For anyone hoping to buy discounted health insurance through Washington Healthplanfinder, the extended enrollment period ends on April 17 — and that date is no coincidence.
Luis Salazar, of Public Health–Seattle & King County helps a client enroll at Third Place Commons
Many people are preparing to meet the April 15 IRS deadline for income tax returns, and some will suddenly discover they owe a tax penalty for having no health insurance. And they might want to get insurance now, to avoid a bigger penalty next year.
Anticipating some last-minute interest in getting help, the Public Health Access & Outreach team is working with our county-wide network of insurance “Navigators” to extend a helping hand in this final week. At a special event on Saturday in Shoreline, experts will offer free help, with assistance in multiple languages. They’ll also sign-up people for Metro’s reduced fare ORCA Lift card.
Why Shoreline? There’s an interesting answer, but first here are the details: Continue reading
King County Executive Dow Constantine says thanks to Llonia Patterson of Public Health’s Access & Outreach team.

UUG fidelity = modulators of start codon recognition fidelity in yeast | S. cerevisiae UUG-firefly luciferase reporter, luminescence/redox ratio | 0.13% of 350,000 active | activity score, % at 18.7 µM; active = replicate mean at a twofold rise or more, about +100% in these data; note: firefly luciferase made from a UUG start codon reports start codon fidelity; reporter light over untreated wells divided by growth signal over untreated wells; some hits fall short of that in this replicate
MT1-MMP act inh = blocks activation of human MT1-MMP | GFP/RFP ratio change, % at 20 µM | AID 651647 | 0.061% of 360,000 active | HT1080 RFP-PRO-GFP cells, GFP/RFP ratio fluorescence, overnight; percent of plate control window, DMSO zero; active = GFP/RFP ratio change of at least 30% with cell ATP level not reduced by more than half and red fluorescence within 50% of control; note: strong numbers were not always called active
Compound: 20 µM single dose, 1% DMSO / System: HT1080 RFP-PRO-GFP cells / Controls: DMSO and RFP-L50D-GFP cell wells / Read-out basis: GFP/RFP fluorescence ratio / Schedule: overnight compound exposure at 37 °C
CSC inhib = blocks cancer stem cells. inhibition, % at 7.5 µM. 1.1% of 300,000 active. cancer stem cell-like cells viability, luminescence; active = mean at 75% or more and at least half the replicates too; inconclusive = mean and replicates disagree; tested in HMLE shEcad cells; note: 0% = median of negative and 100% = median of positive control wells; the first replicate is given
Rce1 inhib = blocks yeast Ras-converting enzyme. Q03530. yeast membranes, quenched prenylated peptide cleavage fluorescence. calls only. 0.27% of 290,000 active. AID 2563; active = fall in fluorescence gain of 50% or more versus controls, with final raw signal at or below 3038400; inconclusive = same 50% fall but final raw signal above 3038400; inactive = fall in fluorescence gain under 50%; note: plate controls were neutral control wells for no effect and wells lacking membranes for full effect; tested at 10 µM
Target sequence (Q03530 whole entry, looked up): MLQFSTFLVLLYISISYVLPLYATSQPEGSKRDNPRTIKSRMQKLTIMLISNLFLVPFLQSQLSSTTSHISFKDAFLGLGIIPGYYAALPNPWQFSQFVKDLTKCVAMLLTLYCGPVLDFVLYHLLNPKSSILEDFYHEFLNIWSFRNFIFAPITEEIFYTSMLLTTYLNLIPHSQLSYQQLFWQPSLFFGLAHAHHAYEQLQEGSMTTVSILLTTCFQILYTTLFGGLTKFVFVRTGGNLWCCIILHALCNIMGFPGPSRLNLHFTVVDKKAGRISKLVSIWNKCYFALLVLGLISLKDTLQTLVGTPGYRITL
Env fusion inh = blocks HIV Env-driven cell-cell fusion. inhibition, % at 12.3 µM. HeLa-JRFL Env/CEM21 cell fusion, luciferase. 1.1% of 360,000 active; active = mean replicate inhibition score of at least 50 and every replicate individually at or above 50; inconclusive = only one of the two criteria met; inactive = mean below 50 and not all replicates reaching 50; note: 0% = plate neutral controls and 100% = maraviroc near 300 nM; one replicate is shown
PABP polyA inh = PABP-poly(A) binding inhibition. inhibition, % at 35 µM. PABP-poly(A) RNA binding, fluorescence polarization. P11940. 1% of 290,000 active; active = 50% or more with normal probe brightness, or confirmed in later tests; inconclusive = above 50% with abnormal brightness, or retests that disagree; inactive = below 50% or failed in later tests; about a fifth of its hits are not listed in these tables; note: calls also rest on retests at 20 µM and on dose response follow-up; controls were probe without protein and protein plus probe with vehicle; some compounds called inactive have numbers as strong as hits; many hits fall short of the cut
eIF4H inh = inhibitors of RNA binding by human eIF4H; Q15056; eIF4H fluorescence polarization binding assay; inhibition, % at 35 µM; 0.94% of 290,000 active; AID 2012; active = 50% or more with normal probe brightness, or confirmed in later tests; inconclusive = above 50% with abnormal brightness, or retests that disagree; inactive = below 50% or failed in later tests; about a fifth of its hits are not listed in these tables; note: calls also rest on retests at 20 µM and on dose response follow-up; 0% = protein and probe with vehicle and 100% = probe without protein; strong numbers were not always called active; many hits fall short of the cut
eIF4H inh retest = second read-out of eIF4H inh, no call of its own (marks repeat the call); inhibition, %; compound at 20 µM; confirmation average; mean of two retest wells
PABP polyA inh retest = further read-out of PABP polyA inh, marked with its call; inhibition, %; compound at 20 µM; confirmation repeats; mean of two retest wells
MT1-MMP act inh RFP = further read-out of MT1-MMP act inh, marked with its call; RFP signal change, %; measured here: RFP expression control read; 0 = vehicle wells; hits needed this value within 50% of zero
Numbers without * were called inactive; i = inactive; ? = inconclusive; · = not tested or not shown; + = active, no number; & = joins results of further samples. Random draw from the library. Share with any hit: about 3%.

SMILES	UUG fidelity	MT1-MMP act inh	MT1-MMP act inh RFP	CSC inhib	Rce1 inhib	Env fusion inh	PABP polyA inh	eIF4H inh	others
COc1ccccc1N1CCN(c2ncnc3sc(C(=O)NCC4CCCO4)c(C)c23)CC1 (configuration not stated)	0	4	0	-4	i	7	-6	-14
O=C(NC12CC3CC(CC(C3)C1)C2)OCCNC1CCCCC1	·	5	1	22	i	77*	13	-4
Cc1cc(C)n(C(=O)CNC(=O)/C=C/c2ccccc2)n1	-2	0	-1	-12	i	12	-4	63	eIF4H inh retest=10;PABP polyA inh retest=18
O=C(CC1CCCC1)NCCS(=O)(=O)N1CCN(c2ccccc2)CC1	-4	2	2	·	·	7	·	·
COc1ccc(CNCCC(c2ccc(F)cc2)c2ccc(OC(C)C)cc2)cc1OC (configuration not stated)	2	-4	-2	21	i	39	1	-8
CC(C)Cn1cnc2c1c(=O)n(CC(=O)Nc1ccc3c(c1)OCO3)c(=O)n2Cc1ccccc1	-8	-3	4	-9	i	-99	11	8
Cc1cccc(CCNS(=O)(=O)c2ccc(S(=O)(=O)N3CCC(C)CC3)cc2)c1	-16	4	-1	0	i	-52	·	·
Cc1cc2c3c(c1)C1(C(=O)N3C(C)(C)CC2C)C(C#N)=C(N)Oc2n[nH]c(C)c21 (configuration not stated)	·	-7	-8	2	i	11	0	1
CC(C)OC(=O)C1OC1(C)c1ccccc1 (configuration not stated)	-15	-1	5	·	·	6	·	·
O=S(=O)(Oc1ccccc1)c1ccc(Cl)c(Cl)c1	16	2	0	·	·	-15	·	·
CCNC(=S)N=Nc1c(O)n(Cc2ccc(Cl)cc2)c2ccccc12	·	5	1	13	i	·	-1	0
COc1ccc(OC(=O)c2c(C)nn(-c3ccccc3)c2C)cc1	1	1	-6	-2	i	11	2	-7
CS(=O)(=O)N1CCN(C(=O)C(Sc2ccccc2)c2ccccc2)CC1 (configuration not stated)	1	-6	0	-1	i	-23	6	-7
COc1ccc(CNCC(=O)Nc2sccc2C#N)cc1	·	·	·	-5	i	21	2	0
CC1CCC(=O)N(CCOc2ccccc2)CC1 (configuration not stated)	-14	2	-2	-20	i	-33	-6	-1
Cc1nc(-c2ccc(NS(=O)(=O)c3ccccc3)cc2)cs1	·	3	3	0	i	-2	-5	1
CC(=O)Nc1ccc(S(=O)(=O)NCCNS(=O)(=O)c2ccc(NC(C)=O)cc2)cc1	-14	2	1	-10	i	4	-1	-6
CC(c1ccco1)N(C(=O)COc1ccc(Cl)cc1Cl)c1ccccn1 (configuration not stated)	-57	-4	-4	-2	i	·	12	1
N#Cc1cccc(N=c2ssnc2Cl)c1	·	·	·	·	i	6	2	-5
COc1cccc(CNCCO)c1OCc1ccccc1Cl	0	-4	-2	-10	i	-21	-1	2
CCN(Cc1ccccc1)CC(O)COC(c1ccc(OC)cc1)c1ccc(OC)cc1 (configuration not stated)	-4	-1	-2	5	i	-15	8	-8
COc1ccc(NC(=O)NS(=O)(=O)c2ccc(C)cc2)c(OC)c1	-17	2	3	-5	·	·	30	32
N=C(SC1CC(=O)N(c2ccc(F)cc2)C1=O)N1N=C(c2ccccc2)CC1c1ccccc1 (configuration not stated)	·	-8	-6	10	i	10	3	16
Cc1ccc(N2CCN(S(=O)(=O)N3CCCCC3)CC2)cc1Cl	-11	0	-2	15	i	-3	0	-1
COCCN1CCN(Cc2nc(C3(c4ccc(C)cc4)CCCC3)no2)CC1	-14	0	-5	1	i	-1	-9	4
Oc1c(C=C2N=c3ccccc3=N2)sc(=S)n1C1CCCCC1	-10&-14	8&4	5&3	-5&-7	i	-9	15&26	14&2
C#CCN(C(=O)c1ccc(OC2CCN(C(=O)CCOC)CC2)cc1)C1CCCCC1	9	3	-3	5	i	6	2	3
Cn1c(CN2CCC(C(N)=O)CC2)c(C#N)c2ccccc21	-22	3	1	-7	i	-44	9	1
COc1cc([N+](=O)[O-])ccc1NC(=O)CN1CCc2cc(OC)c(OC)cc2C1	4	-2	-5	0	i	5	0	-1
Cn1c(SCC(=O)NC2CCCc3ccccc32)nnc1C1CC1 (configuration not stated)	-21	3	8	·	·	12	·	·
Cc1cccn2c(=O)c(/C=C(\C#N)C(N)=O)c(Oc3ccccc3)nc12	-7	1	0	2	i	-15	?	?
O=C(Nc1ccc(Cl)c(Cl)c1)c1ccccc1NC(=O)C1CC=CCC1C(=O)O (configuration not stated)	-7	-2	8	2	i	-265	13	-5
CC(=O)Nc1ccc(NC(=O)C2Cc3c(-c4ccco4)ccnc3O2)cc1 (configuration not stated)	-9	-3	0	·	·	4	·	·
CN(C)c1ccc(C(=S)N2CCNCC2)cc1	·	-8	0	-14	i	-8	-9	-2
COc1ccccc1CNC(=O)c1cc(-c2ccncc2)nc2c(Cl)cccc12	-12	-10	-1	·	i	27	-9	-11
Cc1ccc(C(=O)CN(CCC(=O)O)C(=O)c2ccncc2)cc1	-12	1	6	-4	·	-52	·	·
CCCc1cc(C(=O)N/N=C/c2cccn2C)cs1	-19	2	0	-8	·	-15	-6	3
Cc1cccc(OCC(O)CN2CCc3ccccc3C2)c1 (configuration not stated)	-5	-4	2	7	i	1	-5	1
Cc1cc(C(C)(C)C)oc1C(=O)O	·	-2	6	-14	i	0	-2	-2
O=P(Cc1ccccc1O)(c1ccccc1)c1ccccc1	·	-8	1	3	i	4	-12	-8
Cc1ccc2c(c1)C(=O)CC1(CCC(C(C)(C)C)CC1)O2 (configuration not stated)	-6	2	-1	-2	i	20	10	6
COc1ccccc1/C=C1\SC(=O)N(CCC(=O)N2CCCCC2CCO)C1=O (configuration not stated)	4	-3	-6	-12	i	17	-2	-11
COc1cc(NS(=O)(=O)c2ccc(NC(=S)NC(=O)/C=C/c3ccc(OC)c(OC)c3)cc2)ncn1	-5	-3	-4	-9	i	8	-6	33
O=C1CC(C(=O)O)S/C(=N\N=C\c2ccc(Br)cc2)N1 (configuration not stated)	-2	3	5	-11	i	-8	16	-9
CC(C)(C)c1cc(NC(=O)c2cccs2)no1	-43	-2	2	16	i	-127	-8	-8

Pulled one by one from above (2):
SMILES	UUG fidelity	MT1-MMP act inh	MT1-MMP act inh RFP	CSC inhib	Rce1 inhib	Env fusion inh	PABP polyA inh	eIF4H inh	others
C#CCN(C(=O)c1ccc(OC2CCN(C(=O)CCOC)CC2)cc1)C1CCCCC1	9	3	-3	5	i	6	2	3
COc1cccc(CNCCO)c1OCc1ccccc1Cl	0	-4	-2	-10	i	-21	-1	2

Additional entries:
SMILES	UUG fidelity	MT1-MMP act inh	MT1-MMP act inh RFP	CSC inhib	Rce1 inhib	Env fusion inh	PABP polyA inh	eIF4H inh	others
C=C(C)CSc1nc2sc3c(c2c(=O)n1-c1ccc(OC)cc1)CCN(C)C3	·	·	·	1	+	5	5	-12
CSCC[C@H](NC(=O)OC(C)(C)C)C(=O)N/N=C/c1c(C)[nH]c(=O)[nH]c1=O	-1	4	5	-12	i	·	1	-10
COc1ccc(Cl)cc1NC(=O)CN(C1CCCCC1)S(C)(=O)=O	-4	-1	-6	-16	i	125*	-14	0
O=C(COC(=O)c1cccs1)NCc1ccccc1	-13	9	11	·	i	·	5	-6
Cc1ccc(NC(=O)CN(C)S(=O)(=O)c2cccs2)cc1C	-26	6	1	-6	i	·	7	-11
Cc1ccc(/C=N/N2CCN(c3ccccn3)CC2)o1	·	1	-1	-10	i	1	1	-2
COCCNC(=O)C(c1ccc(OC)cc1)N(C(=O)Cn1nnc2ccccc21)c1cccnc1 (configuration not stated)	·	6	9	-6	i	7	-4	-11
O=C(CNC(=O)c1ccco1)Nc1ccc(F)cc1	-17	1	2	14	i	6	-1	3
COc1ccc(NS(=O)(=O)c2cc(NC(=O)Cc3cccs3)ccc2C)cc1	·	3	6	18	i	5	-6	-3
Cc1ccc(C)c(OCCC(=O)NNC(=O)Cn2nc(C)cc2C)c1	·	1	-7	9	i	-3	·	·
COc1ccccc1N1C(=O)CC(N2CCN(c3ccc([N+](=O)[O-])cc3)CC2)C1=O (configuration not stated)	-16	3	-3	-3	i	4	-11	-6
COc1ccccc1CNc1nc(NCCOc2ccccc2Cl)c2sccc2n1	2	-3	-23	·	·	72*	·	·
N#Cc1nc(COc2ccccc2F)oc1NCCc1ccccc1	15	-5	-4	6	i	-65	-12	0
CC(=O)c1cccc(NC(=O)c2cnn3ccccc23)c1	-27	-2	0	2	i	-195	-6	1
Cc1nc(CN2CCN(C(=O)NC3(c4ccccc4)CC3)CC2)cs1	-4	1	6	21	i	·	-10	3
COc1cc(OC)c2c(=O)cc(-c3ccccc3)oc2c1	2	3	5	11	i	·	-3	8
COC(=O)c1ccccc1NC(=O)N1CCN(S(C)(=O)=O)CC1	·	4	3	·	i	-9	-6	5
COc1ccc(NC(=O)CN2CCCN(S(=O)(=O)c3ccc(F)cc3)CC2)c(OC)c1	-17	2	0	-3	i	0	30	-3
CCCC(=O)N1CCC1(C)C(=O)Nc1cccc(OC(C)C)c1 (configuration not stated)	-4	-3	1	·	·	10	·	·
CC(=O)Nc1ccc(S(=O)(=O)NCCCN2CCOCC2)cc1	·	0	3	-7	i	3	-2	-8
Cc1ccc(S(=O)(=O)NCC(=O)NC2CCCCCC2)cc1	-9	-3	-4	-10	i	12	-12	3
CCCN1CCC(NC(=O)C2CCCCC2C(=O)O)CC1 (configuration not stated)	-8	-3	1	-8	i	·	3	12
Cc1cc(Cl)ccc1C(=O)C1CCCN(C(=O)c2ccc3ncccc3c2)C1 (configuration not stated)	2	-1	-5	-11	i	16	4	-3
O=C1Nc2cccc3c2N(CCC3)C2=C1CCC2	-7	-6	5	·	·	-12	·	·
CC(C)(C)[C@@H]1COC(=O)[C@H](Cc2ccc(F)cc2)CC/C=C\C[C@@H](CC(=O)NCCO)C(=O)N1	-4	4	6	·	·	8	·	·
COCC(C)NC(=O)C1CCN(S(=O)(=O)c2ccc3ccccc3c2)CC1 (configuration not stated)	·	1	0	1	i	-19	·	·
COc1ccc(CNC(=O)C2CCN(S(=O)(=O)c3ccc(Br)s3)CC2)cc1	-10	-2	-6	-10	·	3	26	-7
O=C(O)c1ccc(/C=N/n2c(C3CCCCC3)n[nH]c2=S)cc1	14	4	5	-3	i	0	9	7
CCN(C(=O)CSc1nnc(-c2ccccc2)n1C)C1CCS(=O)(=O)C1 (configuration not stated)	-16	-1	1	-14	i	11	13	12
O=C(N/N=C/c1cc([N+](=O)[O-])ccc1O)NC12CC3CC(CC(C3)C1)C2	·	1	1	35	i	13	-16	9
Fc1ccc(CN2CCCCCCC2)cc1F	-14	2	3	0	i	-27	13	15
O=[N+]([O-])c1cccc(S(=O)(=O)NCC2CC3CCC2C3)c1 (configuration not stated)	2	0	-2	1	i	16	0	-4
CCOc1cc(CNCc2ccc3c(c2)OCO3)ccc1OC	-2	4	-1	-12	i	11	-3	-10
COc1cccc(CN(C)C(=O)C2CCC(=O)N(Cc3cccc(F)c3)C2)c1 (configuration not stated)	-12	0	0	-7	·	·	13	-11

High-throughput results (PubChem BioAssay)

As thousands of residents scrambled to apply for health insurance before a Dec. 23 deadline, many of them needed personal help. And often, the friendly face greeting them at a library or community center belongs to a member of Public Health’s Access and Outreach group.
The team worked nights and weekends, and in the final hours fielded calls at an improvised call-center to solve some of the most challenging problems with online enrollments in Washington Healthplanfinder.
“I make sure to smile before I answer the call,” said Llonia Patterson, who’s been with Public Health nearly nine years and is used to handling stressed out phone-calls. “It helps me make sure I have a smile in my voice and don’t sound stern to the client.”
King County Executive Dow Constantine stopped by the 10th floor of the Chinook Building to thank the team for their efforts and learn more about this extended outreach. In the brief moments between a steady stream of phone calls from uninsured residents, he shook hands with staff and saw why this work requires such a personal touch.
Keeping up with all the twists and turns during the rollout of health reform might make you occasionally want a stiff drink.
Maybe that’s what the organizers had in mind, when they devoted a half-hour of “Civic Cocktail” (aka “civic conversation with a twist”) to analyzing what happened in the first month of health reform implementation — what worked, what didn’t, and what’s in store for the future.
The program is Seattle Channel’s collaboration with Seattle CityClub. If you missed the cocktail hour, and the TV broadcasts, we’ve picked three quotes that jumped out — and still resonate.